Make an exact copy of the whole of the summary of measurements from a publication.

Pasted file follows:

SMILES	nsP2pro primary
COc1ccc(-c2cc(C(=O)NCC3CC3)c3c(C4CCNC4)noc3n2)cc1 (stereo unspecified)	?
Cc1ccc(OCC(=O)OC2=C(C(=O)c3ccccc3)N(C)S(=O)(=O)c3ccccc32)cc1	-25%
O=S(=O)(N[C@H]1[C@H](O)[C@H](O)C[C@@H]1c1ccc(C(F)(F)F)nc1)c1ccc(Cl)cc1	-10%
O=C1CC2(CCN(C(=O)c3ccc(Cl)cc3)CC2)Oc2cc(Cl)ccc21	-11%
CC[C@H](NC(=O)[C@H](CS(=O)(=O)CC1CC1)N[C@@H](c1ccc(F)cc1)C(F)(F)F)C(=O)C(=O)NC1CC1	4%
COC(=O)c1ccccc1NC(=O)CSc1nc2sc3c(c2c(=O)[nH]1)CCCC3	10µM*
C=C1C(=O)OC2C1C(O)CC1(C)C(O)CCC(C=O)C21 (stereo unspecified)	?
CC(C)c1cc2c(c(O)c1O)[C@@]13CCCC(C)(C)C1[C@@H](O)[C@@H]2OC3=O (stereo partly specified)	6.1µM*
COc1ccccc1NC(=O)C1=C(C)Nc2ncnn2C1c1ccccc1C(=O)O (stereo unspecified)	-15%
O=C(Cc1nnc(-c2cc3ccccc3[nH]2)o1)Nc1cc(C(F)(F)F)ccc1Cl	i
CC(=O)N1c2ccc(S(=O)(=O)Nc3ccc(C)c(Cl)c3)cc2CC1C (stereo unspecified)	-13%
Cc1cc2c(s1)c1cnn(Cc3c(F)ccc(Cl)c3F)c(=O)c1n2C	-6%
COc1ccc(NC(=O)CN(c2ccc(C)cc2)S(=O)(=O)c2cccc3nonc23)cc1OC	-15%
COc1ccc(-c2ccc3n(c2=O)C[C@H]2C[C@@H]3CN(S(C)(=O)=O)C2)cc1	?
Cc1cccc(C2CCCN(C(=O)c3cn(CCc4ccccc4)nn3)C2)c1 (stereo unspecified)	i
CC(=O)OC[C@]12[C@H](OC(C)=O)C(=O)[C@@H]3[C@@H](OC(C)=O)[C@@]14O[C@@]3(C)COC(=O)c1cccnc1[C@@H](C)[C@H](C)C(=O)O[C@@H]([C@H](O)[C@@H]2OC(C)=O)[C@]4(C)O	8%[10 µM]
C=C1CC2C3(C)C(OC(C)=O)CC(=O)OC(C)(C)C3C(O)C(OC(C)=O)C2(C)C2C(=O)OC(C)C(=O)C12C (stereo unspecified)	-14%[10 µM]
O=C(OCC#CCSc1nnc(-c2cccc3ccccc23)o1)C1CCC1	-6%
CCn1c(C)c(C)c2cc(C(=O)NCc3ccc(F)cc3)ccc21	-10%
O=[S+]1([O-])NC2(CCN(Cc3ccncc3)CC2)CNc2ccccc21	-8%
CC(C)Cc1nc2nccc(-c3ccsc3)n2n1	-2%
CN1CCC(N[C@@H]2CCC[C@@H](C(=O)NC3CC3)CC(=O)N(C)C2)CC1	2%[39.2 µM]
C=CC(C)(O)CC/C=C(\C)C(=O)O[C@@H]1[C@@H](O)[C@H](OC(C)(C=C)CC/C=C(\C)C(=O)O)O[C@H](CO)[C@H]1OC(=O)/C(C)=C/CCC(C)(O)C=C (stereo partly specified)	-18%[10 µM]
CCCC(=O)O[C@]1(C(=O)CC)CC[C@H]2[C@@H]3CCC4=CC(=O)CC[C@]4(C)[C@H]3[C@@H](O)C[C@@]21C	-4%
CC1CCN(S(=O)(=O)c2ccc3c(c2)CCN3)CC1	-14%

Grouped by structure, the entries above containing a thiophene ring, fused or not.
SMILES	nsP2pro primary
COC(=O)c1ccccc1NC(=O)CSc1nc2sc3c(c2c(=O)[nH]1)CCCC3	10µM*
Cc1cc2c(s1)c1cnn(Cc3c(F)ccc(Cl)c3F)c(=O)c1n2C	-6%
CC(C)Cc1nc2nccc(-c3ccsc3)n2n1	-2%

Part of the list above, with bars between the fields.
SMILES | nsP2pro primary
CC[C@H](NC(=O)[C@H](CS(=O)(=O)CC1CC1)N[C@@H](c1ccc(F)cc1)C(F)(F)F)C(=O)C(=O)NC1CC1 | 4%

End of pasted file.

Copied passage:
SMILES	nsP2pro primary
COc1ccc(-c2cc(C(=O)NCC3CC3)c3c(C4CCNC4)noc3n2)cc1 (stereo unspecified)	?
Cc1ccc(OCC(=O)OC2=C(C(=O)c3ccccc3)N(C)S(=O)(=O)c3ccccc32)cc1	-25%
O=S(=O)(N[C@H]1[C@H](O)[C@H](O)C[C@@H]1c1ccc(C(F)(F)F)nc1)c1ccc(Cl)cc1	-10%
O=C1CC2(CCN(C(=O)c3ccc(Cl)cc3)CC2)Oc2cc(Cl)ccc21	-11%
CC[C@H](NC(=O)[C@H](CS(=O)(=O)CC1CC1)N[C@@H](c1ccc(F)cc1)C(F)(F)F)C(=O)C(=O)NC1CC1	4%
COC(=O)c1ccccc1NC(=O)CSc1nc2sc3c(c2c(=O)[nH]1)CCCC3	10µM*
C=C1C(=O)OC2C1C(O)CC1(C)C(O)CCC(C=O)C21 (stereo unspecified)	?
CC(C)c1cc2c(c(O)c1O)[C@@]13CCCC(C)(C)C1[C@@H](O)[C@@H]2OC3=O (stereo partly specified)	6.1µM*
COc1ccccc1NC(=O)C1=C(C)Nc2ncnn2C1c1ccccc1C(=O)O (stereo unspecified)	-15%
O=C(Cc1nnc(-c2cc3ccccc3[nH]2)o1)Nc1cc(C(F)(F)F)ccc1Cl	i
CC(=O)N1c2ccc(S(=O)(=O)Nc3ccc(C)c(Cl)c3)cc2CC1C (stereo unspecified)	-13%
Cc1cc2c(s1)c1cnn(Cc3c(F)ccc(Cl)c3F)c(=O)c1n2C	-6%
COc1ccc(NC(=O)CN(c2ccc(C)cc2)S(=O)(=O)c2cccc3nonc23)cc1OC	-15%
COc1ccc(-c2ccc3n(c2=O)C[C@H]2C[C@@H]3CN(S(C)(=O)=O)C2)cc1	?
Cc1cccc(C2CCCN(C(=O)c3cn(CCc4ccccc4)nn3)C2)c1 (stereo unspecified)	i
CC(=O)OC[C@]12[C@H](OC(C)=O)C(=O)[C@@H]3[C@@H](OC(C)=O)[C@@]14O[C@@]3(C)COC(=O)c1cccnc1[C@@H](C)[C@H](C)C(=O)O[C@@H]([C@H](O)[C@@H]2OC(C)=O)[C@]4(C)O	8%[10 µM]
C=C1CC2C3(C)C(OC(C)=O)CC(=O)OC(C)(C)C3C(O)C(OC(C)=O)C2(C)C2C(=O)OC(C)C(=O)C12C (stereo unspecified)	-14%[10 µM]
O=C(OCC#CCSc1nnc(-c2cccc3ccccc23)o1)C1CCC1	-6%
CCn1c(C)c(C)c2cc(C(=O)NCc3ccc(F)cc3)ccc21	-10%
O=[S+]1([O-])NC2(CCN(Cc3ccncc3)CC2)CNc2ccccc21	-8%
CC(C)Cc1nc2nccc(-c3ccsc3)n2n1	-2%
CN1CCC(N[C@@H]2CCC[C@@H](C(=O)NC3CC3)CC(=O)N(C)C2)CC1	2%[39.2 µM]
C=CC(C)(O)CC/C=C(\C)C(=O)O[C@@H]1[C@@H](O)[C@H](OC(C)(C=C)CC/C=C(\C)C(=O)O)O[C@H](CO)[C@H]1OC(=O)/C(C)=C/CCC(C)(O)C=C (stereo partly specified)	-18%[10 µM]
CCCC(=O)O[C@]1(C(=O)CC)CC[C@H]2[C@@H]3CCC4=CC(=O)CC[C@]4(C)[C@H]3[C@@H](O)C[C@@]21C	-4%
CC1CCN(S(=O)(=O)c2ccc3c(c2)CCN3)CC1	-14%

Grouped by structure, the entries above containing a thiophene ring, fused or not.
SMILES	nsP2pro primary
COC(=O)c1ccccc1NC(=O)CSc1nc2sc3c(c2c(=O)[nH]1)CCCC3	10µM*
Cc1cc2c(s1)c1cnn(Cc3c(F)ccc(Cl)c3F)c(=O)c1n2C	-6%
CC(C)Cc1nc2nccc(-c3ccsc3)n2n1	-2%

Part of the list above, with bars between the fields.
SMILES | nsP2pro primary
CC[C@H](NC(=O)[C@H](CS(=O)(=O)CC1CC1)N[C@@H](c1ccc(F)cc1)C(F)(F)F)C(=O)C(=O)NC1CC1 | 4%